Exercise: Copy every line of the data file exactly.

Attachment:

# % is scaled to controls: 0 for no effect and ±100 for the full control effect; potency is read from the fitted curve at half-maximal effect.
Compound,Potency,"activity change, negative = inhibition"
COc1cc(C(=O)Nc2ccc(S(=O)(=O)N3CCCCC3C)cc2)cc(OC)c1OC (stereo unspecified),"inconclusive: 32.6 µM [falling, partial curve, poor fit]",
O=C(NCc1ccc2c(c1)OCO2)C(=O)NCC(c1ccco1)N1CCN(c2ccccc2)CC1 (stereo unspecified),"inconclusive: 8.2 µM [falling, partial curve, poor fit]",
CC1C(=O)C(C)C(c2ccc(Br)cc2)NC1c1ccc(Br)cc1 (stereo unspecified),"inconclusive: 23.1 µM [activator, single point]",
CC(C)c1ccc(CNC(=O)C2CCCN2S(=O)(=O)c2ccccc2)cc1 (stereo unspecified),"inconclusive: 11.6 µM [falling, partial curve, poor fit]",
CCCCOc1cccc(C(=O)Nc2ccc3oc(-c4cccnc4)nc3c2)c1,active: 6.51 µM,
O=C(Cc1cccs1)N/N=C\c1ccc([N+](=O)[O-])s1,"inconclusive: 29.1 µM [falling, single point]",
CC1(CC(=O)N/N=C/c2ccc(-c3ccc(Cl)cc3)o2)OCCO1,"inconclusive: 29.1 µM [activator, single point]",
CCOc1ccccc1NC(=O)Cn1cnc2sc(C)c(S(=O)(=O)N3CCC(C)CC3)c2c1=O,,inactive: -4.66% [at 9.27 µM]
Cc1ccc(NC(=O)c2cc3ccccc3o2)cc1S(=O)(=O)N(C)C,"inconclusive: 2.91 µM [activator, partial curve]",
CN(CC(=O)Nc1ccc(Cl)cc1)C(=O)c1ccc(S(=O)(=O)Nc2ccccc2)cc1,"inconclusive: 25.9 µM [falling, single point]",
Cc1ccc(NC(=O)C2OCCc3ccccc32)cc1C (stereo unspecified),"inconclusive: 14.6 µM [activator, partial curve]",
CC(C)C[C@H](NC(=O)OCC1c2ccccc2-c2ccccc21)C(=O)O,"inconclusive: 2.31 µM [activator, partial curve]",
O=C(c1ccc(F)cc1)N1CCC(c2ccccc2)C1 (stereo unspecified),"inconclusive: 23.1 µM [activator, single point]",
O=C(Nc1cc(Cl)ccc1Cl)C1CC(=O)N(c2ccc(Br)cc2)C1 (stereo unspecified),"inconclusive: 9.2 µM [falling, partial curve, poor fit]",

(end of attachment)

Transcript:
# % is scaled to controls: 0 for no effect and ±100 for the full control effect; potency is read from the fitted curve at half-maximal effect.
Compound,Potency,"activity change, negative = inhibition"
COc1cc(C(=O)Nc2ccc(S(=O)(=O)N3CCCCC3C)cc2)cc(OC)c1OC (stereo unspecified),"inconclusive: 32.6 µM [falling, partial curve, poor fit]",
O=C(NCc1ccc2c(c1)OCO2)C(=O)NCC(c1ccco1)N1CCN(c2ccccc2)CC1 (stereo unspecified),"inconclusive: 8.2 µM [falling, partial curve, poor fit]",
CC1C(=O)C(C)C(c2ccc(Br)cc2)NC1c1ccc(Br)cc1 (stereo unspecified),"inconclusive: 23.1 µM [activator, single point]",
CC(C)c1ccc(CNC(=O)C2CCCN2S(=O)(=O)c2ccccc2)cc1 (stereo unspecified),"inconclusive: 11.6 µM [falling, partial curve, poor fit]",
CCCCOc1cccc(C(=O)Nc2ccc3oc(-c4cccnc4)nc3c2)c1,active: 6.51 µM,
O=C(Cc1cccs1)N/N=C\c1ccc([N+](=O)[O-])s1,"inconclusive: 29.1 µM [falling, single point]",
CC1(CC(=O)N/N=C/c2ccc(-c3ccc(Cl)cc3)o2)OCCO1,"inconclusive: 29.1 µM [activator, single point]",
CCOc1ccccc1NC(=O)Cn1cnc2sc(C)c(S(=O)(=O)N3CCC(C)CC3)c2c1=O,,inactive: -4.66% [at 9.27 µM]
Cc1ccc(NC(=O)c2cc3ccccc3o2)cc1S(=O)(=O)N(C)C,"inconclusive: 2.91 µM [activator, partial curve]",
CN(CC(=O)Nc1ccc(Cl)cc1)C(=O)c1ccc(S(=O)(=O)Nc2ccccc2)cc1,"inconclusive: 25.9 µM [falling, single point]",
Cc1ccc(NC(=O)C2OCCc3ccccc32)cc1C (stereo unspecified),"inconclusive: 14.6 µM [activator, partial curve]",
CC(C)C[C@H](NC(=O)OCC1c2ccccc2-c2ccccc21)C(=O)O,"inconclusive: 2.31 µM [activator, partial curve]",
O=C(c1ccc(F)cc1)N1CCC(c2ccccc2)C1 (stereo unspecified),"inconclusive: 23.1 µM [activator, single point]",
O=C(Nc1cc(Cl)ccc1Cl)C1CC(=O)N(c2ccc(Br)cc2)C1 (stereo unspecified),"inconclusive: 9.2 µM [falling, partial curve, poor fit]",